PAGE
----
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For the last ten years, we have only seen sporadic mention in publications about axial thrust calculations. Yet axial thrust management in centrifugal compressors has recently become a hot topic, driven by two distinct technology development trends.
One train of axial thrust discussion is related to the development of machines with magnetic bearings: Specifically, integrated hermetically sealed subsea compressors. The other is about increasing the allowed operating range of centrifugal compressors in highpressure machines.
But let us begin with a review of few basics: Axial thrust in compressors is a result of an imbalance in static pressure between the front and rear faces of each impeller, together with the reaction force of deflecting gas from the axial to the radial direction. The rear face of the compressor impeller sees impeller discharge pressure while the front face sees a mix of suction and discharge pressure.
The result is a net pressure differential axial force in the suction direction. Usually, this thrust is balanced by means of a balance piston (and in back-to-back machines by having some of the impellers face the opposite direction from other impellers). The remainder of the unbalanced thrust is the loads on the axial thrust bearing of the compressor.
The axial thrust contribution from each impeller, while well understood as a concept, is complicated by relatively complex process gas-flow patterns on the front and rear side of the impeller. This pattern is influenced by the operating point, seal clearances and the presence of swirl brakes.
The various seals (balance piston seals, impeller eye seals and division wall seals) are also a matter of concern. If any wears and clearances are increased, the thrust balance of the compressor may change. Thus the simple concept of centrifugal axial thrust is much more complex and cannot be easily predicted when it comes to the actual determination of net thrust and its long-term behavior.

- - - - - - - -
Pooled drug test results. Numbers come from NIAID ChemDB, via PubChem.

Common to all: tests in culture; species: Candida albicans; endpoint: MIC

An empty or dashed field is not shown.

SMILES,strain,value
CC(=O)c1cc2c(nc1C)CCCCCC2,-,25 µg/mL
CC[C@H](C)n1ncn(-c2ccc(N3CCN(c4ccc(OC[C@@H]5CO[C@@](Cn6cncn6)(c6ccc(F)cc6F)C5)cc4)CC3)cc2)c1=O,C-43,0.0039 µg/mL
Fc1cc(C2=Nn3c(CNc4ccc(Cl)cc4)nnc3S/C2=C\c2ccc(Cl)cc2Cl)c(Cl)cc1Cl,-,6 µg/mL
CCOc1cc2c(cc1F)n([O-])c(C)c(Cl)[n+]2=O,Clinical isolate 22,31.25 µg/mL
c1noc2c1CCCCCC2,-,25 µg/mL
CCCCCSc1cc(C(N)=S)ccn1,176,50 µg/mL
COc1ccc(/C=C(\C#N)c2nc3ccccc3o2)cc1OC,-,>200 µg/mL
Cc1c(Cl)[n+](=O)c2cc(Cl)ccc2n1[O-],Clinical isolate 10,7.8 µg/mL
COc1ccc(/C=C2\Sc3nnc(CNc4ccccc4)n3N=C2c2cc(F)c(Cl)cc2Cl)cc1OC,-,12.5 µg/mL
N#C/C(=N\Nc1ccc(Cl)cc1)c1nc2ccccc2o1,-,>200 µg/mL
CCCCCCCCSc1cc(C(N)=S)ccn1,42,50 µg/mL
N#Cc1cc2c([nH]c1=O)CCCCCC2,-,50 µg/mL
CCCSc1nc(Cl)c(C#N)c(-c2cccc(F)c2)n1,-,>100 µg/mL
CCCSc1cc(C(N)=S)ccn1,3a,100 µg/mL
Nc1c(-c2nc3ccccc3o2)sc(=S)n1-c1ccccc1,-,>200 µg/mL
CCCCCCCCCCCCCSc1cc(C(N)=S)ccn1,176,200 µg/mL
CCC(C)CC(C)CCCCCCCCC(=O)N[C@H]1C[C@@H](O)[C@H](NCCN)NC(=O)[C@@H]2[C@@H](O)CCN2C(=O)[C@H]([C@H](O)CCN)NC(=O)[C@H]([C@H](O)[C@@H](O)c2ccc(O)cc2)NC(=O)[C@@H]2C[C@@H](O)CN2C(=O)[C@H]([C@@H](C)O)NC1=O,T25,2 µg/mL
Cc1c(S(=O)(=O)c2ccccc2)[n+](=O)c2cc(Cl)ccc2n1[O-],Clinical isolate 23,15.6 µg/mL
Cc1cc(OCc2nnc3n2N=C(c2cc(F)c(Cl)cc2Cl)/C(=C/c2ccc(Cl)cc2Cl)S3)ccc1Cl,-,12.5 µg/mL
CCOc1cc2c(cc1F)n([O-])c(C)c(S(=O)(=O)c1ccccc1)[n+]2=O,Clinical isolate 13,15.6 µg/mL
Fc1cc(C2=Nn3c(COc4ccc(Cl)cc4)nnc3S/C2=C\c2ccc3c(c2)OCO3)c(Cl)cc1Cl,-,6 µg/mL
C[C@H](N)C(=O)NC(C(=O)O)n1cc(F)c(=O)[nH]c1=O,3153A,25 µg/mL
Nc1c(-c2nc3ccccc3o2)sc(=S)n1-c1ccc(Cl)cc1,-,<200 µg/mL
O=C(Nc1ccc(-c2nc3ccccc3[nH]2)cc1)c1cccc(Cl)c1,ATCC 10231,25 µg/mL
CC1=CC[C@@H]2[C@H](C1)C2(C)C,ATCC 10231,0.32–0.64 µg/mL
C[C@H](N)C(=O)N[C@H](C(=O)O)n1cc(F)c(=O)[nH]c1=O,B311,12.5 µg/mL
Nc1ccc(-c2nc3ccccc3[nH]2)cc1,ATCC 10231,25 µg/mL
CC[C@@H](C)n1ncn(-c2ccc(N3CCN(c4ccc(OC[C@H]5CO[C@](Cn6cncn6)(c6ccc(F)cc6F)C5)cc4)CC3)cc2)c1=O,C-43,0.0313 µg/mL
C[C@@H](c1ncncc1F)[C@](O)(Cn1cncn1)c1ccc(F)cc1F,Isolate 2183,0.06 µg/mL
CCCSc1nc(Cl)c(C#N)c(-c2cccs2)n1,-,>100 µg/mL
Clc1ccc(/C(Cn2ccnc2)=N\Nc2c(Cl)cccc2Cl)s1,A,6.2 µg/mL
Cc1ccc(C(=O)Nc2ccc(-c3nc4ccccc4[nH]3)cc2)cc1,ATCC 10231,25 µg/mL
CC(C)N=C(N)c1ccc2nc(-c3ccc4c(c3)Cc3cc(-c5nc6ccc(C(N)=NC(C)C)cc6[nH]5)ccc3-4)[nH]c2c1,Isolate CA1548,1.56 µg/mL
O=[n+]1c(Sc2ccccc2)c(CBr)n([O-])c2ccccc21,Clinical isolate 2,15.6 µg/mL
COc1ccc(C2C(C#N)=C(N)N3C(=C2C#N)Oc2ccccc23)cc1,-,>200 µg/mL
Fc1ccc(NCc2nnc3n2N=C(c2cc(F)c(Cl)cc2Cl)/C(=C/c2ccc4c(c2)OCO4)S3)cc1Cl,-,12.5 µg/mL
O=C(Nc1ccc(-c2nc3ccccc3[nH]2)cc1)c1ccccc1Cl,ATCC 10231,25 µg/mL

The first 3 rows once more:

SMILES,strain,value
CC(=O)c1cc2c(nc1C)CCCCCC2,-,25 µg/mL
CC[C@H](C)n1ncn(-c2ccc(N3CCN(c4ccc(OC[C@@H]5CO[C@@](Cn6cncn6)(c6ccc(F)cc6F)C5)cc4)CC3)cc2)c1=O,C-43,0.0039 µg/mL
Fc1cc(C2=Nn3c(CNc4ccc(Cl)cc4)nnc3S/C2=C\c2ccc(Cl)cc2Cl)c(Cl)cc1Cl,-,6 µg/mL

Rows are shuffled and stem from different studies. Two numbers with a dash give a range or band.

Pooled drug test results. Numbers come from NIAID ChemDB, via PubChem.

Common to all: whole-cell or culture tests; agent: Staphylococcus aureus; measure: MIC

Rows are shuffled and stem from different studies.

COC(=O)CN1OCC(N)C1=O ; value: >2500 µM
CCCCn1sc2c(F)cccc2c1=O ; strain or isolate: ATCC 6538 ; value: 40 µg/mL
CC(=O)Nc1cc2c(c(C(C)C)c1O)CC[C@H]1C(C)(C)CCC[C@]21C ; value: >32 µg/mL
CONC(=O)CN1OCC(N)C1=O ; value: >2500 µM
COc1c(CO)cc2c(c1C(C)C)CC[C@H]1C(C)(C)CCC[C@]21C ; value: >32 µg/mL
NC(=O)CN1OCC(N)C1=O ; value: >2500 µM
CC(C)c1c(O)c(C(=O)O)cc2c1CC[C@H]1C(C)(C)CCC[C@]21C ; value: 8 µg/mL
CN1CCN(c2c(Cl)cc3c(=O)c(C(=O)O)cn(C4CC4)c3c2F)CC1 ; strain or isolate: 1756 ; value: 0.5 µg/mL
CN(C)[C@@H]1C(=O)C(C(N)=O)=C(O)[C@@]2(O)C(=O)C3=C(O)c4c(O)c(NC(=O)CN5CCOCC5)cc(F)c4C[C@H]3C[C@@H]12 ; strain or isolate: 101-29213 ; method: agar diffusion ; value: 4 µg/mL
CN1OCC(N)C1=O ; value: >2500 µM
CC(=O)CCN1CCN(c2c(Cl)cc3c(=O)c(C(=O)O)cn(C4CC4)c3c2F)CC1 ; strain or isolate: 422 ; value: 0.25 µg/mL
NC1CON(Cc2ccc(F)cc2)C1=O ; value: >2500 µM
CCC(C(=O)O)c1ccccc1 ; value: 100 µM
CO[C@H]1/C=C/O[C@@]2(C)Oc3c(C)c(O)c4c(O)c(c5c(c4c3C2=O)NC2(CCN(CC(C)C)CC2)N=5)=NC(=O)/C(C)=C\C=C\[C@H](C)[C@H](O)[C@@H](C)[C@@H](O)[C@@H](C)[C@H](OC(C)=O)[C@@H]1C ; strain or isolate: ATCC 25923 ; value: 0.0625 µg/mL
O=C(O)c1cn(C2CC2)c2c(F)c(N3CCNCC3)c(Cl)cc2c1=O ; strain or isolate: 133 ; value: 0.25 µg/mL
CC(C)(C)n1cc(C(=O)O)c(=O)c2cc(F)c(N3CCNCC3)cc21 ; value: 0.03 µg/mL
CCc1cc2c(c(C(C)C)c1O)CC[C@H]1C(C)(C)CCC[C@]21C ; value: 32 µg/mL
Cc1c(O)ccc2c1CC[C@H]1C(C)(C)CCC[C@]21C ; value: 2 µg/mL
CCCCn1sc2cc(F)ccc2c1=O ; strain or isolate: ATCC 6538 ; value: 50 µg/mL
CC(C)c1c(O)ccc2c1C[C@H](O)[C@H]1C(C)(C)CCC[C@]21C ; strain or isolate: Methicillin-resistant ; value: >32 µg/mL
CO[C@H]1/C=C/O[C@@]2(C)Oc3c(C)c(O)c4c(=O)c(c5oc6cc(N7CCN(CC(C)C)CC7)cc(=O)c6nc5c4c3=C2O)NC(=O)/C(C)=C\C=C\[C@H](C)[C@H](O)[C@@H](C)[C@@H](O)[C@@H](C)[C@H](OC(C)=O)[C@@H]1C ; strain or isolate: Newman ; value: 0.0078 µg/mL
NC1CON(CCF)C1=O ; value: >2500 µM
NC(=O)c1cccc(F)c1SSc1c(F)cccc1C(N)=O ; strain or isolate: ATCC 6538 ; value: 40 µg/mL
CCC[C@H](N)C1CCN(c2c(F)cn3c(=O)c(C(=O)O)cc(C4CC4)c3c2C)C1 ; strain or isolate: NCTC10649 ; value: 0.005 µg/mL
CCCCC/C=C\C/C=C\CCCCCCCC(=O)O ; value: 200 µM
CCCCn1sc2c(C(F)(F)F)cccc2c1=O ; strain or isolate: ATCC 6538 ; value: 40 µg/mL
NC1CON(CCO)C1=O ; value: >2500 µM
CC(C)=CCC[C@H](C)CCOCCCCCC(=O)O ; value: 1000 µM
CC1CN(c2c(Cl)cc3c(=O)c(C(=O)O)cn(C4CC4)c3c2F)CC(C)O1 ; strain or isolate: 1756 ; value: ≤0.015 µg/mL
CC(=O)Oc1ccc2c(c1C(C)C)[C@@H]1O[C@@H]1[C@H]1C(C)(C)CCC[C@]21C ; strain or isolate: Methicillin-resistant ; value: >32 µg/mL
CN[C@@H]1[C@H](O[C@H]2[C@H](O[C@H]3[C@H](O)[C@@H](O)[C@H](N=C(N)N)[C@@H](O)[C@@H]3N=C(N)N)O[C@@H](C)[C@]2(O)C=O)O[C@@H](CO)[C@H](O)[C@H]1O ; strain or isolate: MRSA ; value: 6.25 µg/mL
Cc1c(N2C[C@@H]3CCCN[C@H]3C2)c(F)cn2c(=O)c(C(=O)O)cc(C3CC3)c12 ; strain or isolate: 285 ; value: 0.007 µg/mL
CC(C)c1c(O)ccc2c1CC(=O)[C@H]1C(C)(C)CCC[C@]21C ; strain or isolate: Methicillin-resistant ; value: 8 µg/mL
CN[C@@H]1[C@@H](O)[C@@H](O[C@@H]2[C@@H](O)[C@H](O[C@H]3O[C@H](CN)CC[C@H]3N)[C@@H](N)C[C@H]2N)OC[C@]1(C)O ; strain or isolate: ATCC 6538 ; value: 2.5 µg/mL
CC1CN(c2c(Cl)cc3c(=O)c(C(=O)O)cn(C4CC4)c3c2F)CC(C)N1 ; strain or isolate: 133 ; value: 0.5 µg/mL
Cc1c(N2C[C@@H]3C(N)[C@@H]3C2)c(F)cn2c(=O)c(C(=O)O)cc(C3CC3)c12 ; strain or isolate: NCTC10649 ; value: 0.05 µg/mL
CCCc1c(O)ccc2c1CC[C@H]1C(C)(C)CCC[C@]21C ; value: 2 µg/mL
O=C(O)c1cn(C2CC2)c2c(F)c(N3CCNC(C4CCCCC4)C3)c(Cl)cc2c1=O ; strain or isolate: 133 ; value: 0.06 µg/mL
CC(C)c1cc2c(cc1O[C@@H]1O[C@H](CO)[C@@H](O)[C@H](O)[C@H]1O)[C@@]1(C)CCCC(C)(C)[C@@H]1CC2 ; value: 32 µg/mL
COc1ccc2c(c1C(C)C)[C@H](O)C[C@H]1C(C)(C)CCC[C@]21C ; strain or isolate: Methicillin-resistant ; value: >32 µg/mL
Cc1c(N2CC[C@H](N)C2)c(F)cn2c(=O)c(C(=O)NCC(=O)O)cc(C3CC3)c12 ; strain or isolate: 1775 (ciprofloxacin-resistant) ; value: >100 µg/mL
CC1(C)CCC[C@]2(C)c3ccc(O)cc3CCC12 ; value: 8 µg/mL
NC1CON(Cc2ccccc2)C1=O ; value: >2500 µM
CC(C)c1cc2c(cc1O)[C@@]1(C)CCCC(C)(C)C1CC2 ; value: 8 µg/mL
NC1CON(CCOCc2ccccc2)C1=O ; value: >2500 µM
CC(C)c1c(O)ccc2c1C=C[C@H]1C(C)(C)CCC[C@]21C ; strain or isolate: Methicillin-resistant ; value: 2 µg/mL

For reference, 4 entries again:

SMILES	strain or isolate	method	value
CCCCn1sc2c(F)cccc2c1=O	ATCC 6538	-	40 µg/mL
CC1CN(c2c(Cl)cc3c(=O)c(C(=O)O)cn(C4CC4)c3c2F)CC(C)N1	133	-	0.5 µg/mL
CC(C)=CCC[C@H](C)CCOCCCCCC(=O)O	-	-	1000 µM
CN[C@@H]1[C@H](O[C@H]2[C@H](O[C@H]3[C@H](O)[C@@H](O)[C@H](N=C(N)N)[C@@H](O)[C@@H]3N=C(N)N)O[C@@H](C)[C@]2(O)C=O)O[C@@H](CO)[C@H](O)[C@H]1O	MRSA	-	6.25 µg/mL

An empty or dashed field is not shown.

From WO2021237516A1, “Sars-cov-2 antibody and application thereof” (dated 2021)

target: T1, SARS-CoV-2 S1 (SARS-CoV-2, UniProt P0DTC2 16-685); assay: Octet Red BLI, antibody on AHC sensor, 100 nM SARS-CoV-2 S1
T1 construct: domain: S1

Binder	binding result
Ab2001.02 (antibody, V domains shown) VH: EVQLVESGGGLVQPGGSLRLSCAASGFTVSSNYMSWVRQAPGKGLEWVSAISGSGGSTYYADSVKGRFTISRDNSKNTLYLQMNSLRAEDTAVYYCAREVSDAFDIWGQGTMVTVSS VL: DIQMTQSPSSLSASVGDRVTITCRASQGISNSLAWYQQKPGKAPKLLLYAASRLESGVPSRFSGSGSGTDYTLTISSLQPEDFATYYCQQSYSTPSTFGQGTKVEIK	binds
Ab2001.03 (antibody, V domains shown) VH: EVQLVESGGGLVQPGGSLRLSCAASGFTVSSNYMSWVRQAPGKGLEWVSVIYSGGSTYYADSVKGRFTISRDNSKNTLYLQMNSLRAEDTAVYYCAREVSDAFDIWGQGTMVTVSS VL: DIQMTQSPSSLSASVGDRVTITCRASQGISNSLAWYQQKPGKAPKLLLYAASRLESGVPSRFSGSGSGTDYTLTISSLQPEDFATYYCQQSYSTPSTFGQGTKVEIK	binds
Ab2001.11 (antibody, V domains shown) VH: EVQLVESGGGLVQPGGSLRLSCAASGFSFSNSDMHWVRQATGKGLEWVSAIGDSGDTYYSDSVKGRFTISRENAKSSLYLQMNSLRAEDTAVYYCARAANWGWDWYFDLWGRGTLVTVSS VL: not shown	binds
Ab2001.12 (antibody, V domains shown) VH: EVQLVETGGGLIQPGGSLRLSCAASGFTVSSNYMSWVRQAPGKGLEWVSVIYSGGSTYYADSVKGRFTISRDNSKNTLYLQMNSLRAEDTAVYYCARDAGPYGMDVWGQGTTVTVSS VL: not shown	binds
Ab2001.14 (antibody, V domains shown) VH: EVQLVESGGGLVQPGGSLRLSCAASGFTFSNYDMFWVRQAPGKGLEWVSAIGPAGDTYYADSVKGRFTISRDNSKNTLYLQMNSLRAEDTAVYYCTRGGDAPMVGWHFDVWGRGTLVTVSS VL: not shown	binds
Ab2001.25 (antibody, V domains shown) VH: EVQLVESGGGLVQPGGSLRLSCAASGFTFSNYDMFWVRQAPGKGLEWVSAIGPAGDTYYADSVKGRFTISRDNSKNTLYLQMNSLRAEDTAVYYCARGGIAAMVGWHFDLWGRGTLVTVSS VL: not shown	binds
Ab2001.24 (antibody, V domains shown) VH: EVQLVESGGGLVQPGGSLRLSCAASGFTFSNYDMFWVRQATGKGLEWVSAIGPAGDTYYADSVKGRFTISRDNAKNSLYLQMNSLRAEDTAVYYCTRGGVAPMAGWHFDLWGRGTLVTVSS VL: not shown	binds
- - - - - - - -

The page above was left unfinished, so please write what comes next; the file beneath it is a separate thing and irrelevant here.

For machines with multiple sections in a single casing, there is some evidence that back-to-back compressors see somewhat larger variations in axial thrust than in-line machines. They are also particularly sensitive if operating conditions in one of the sections changes at a different rate than another section. The thrust bearing then will have to carry the residual axial thrust but may not have originally been properly designed for these varying load conditions.
Also of importance is the fact that the magnitude and direction of axial thrust encountered by the thrust bearings changes with the operating point of the compressor, as well as with the level of aerodynamic impeller degradation and close clearance component wear. And for machines operating in gas or oil fields, liquid slugs are of major concern because the ingestion of large amounts of liquids will tax the thrust bearings.
The resurgence of concerns about axial thrust load is caused, at least to some extent, by the growing use of magnetic bearings. In fact, thrust bearing overload issues, and the resulting reduction in operating range, have been reported for subsea compressors. Magnetic bearings have a significant lower load bearing capacity than hydrodynamic bearings, and are thus less capable to cope with high levels of axial thrust.
Even for compressors with hydrodynamic bearings, many manufacturers will not allow the operation of their machines in the “choke,” “stonewall” or “overload” region. This can create severe limitations for machine operation, especially during transient conditions or during start-up, when the machine may see little pressure differential. Limitations in the overload operating range of a compressor, therefore, not only impact the operational flexibility, but also can require more complicated control systems.
Fortunately, axial thrust is well understood, but due diligence is necessary to avoid operational problems. The compressor itself is protected as it is usually possible to use increased thrust bearing temperatures as an early indicator of potential problems.